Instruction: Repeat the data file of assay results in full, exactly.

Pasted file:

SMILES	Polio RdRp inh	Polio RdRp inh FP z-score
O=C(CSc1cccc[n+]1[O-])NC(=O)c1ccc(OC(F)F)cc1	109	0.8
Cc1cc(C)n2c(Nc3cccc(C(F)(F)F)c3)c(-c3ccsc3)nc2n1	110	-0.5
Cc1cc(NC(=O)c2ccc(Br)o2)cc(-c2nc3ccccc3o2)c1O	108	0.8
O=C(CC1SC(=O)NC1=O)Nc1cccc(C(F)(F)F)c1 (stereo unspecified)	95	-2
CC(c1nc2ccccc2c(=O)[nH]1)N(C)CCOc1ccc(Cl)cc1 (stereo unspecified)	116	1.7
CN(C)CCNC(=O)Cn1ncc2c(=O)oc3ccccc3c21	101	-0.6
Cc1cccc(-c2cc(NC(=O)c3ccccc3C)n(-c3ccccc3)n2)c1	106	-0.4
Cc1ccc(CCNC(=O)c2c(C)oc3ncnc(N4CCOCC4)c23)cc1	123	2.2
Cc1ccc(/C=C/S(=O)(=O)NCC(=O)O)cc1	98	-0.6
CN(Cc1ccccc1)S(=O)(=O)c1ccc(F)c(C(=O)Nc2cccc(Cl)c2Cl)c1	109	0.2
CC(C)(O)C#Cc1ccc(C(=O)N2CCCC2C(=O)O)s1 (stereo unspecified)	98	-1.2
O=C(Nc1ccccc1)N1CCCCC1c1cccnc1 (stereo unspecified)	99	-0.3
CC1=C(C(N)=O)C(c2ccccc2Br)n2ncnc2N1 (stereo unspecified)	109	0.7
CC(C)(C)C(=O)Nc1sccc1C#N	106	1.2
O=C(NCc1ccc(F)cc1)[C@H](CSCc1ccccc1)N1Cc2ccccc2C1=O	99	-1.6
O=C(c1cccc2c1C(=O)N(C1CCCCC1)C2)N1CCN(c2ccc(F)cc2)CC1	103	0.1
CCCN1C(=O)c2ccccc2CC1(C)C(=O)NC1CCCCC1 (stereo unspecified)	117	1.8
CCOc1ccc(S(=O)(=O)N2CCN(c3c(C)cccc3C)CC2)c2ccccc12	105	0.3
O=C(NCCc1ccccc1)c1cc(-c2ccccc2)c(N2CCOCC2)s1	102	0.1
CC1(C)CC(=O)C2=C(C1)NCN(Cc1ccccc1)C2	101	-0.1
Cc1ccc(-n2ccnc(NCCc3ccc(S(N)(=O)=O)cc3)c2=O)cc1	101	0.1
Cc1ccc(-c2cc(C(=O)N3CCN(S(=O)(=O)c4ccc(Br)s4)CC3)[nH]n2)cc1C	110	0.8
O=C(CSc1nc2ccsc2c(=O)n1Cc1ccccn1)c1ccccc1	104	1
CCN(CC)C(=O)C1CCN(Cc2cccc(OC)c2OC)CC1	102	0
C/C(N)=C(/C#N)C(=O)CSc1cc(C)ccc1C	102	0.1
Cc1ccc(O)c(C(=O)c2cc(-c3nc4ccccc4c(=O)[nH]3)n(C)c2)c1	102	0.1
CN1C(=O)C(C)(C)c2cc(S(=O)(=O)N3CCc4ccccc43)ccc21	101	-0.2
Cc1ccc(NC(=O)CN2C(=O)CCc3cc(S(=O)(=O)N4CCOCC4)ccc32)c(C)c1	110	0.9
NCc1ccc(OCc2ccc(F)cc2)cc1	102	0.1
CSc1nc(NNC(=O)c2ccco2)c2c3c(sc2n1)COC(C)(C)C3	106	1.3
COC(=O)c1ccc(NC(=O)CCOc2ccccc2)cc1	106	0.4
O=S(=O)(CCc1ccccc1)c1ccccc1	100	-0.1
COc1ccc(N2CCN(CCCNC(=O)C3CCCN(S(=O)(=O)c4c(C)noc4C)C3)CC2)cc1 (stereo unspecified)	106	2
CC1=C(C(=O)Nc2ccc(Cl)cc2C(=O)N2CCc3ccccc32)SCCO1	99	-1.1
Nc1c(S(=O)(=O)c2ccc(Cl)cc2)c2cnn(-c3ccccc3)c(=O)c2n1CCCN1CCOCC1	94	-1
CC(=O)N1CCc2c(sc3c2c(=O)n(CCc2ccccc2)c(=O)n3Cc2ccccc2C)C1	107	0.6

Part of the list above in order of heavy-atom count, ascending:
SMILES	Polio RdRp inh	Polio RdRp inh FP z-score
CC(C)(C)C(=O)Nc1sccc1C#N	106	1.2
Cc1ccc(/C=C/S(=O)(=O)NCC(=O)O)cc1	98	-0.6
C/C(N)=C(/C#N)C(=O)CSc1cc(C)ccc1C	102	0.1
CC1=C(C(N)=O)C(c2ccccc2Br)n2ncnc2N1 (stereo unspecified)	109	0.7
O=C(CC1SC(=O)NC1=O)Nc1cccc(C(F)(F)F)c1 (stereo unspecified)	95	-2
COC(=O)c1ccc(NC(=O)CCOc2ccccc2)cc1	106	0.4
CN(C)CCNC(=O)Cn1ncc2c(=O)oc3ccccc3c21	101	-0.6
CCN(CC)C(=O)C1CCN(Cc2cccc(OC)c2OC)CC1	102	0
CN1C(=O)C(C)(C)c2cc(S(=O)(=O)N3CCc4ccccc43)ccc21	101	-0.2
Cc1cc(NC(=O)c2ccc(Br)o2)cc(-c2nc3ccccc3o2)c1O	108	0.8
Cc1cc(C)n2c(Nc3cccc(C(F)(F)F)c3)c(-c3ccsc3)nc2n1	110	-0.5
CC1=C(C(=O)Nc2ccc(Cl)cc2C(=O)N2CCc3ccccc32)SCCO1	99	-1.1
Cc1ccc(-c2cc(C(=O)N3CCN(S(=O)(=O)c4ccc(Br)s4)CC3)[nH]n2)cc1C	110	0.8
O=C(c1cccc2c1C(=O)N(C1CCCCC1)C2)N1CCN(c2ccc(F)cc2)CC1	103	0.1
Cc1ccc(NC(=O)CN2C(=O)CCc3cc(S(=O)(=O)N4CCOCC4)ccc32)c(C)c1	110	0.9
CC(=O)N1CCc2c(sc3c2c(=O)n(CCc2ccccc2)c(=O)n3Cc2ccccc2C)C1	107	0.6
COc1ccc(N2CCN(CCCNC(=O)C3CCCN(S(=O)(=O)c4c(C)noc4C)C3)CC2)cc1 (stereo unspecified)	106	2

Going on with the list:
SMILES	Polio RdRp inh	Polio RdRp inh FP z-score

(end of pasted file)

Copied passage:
SMILES	Polio RdRp inh	Polio RdRp inh FP z-score
O=C(CSc1cccc[n+]1[O-])NC(=O)c1ccc(OC(F)F)cc1	109	0.8
Cc1cc(C)n2c(Nc3cccc(C(F)(F)F)c3)c(-c3ccsc3)nc2n1	110	-0.5
Cc1cc(NC(=O)c2ccc(Br)o2)cc(-c2nc3ccccc3o2)c1O	108	0.8
O=C(CC1SC(=O)NC1=O)Nc1cccc(C(F)(F)F)c1 (stereo unspecified)	95	-2
CC(c1nc2ccccc2c(=O)[nH]1)N(C)CCOc1ccc(Cl)cc1 (stereo unspecified)	116	1.7
CN(C)CCNC(=O)Cn1ncc2c(=O)oc3ccccc3c21	101	-0.6
Cc1cccc(-c2cc(NC(=O)c3ccccc3C)n(-c3ccccc3)n2)c1	106	-0.4
Cc1ccc(CCNC(=O)c2c(C)oc3ncnc(N4CCOCC4)c23)cc1	123	2.2
Cc1ccc(/C=C/S(=O)(=O)NCC(=O)O)cc1	98	-0.6
CN(Cc1ccccc1)S(=O)(=O)c1ccc(F)c(C(=O)Nc2cccc(Cl)c2Cl)c1	109	0.2
CC(C)(O)C#Cc1ccc(C(=O)N2CCCC2C(=O)O)s1 (stereo unspecified)	98	-1.2
O=C(Nc1ccccc1)N1CCCCC1c1cccnc1 (stereo unspecified)	99	-0.3
CC1=C(C(N)=O)C(c2ccccc2Br)n2ncnc2N1 (stereo unspecified)	109	0.7
CC(C)(C)C(=O)Nc1sccc1C#N	106	1.2
O=C(NCc1ccc(F)cc1)[C@H](CSCc1ccccc1)N1Cc2ccccc2C1=O	99	-1.6
O=C(c1cccc2c1C(=O)N(C1CCCCC1)C2)N1CCN(c2ccc(F)cc2)CC1	103	0.1
CCCN1C(=O)c2ccccc2CC1(C)C(=O)NC1CCCCC1 (stereo unspecified)	117	1.8
CCOc1ccc(S(=O)(=O)N2CCN(c3c(C)cccc3C)CC2)c2ccccc12	105	0.3
O=C(NCCc1ccccc1)c1cc(-c2ccccc2)c(N2CCOCC2)s1	102	0.1
CC1(C)CC(=O)C2=C(C1)NCN(Cc1ccccc1)C2	101	-0.1
Cc1ccc(-n2ccnc(NCCc3ccc(S(N)(=O)=O)cc3)c2=O)cc1	101	0.1
Cc1ccc(-c2cc(C(=O)N3CCN(S(=O)(=O)c4ccc(Br)s4)CC3)[nH]n2)cc1C	110	0.8
O=C(CSc1nc2ccsc2c(=O)n1Cc1ccccn1)c1ccccc1	104	1
CCN(CC)C(=O)C1CCN(Cc2cccc(OC)c2OC)CC1	102	0
C/C(N)=C(/C#N)C(=O)CSc1cc(C)ccc1C	102	0.1
Cc1ccc(O)c(C(=O)c2cc(-c3nc4ccccc4c(=O)[nH]3)n(C)c2)c1	102	0.1
CN1C(=O)C(C)(C)c2cc(S(=O)(=O)N3CCc4ccccc43)ccc21	101	-0.2
Cc1ccc(NC(=O)CN2C(=O)CCc3cc(S(=O)(=O)N4CCOCC4)ccc32)c(C)c1	110	0.9
NCc1ccc(OCc2ccc(F)cc2)cc1	102	0.1
CSc1nc(NNC(=O)c2ccco2)c2c3c(sc2n1)COC(C)(C)C3	106	1.3
COC(=O)c1ccc(NC(=O)CCOc2ccccc2)cc1	106	0.4
O=S(=O)(CCc1ccccc1)c1ccccc1	100	-0.1
COc1ccc(N2CCN(CCCNC(=O)C3CCCN(S(=O)(=O)c4c(C)noc4C)C3)CC2)cc1 (stereo unspecified)	106	2
CC1=C(C(=O)Nc2ccc(Cl)cc2C(=O)N2CCc3ccccc32)SCCO1	99	-1.1
Nc1c(S(=O)(=O)c2ccc(Cl)cc2)c2cnn(-c3ccccc3)c(=O)c2n1CCCN1CCOCC1	94	-1
CC(=O)N1CCc2c(sc3c2c(=O)n(CCc2ccccc2)c(=O)n3Cc2ccccc2C)C1	107	0.6

Part of the list above in order of heavy-atom count, ascending:
SMILES	Polio RdRp inh	Polio RdRp inh FP z-score
CC(C)(C)C(=O)Nc1sccc1C#N	106	1.2
Cc1ccc(/C=C/S(=O)(=O)NCC(=O)O)cc1	98	-0.6
C/C(N)=C(/C#N)C(=O)CSc1cc(C)ccc1C	102	0.1
CC1=C(C(N)=O)C(c2ccccc2Br)n2ncnc2N1 (stereo unspecified)	109	0.7
O=C(CC1SC(=O)NC1=O)Nc1cccc(C(F)(F)F)c1 (stereo unspecified)	95	-2
COC(=O)c1ccc(NC(=O)CCOc2ccccc2)cc1	106	0.4
CN(C)CCNC(=O)Cn1ncc2c(=O)oc3ccccc3c21	101	-0.6
CCN(CC)C(=O)C1CCN(Cc2cccc(OC)c2OC)CC1	102	0
CN1C(=O)C(C)(C)c2cc(S(=O)(=O)N3CCc4ccccc43)ccc21	101	-0.2
Cc1cc(NC(=O)c2ccc(Br)o2)cc(-c2nc3ccccc3o2)c1O	108	0.8
Cc1cc(C)n2c(Nc3cccc(C(F)(F)F)c3)c(-c3ccsc3)nc2n1	110	-0.5
CC1=C(C(=O)Nc2ccc(Cl)cc2C(=O)N2CCc3ccccc32)SCCO1	99	-1.1
Cc1ccc(-c2cc(C(=O)N3CCN(S(=O)(=O)c4ccc(Br)s4)CC3)[nH]n2)cc1C	110	0.8
O=C(c1cccc2c1C(=O)N(C1CCCCC1)C2)N1CCN(c2ccc(F)cc2)CC1	103	0.1
Cc1ccc(NC(=O)CN2C(=O)CCc3cc(S(=O)(=O)N4CCOCC4)ccc32)c(C)c1	110	0.9
CC(=O)N1CCc2c(sc3c2c(=O)n(CCc2ccccc2)c(=O)n3Cc2ccccc2C)C1	107	0.6
COc1ccc(N2CCN(CCCNC(=O)C3CCCN(S(=O)(=O)c4c(C)noc4C)C3)CC2)cc1 (stereo unspecified)	106	2

Going on with the list:
SMILES	Polio RdRp inh	Polio RdRp inh FP z-score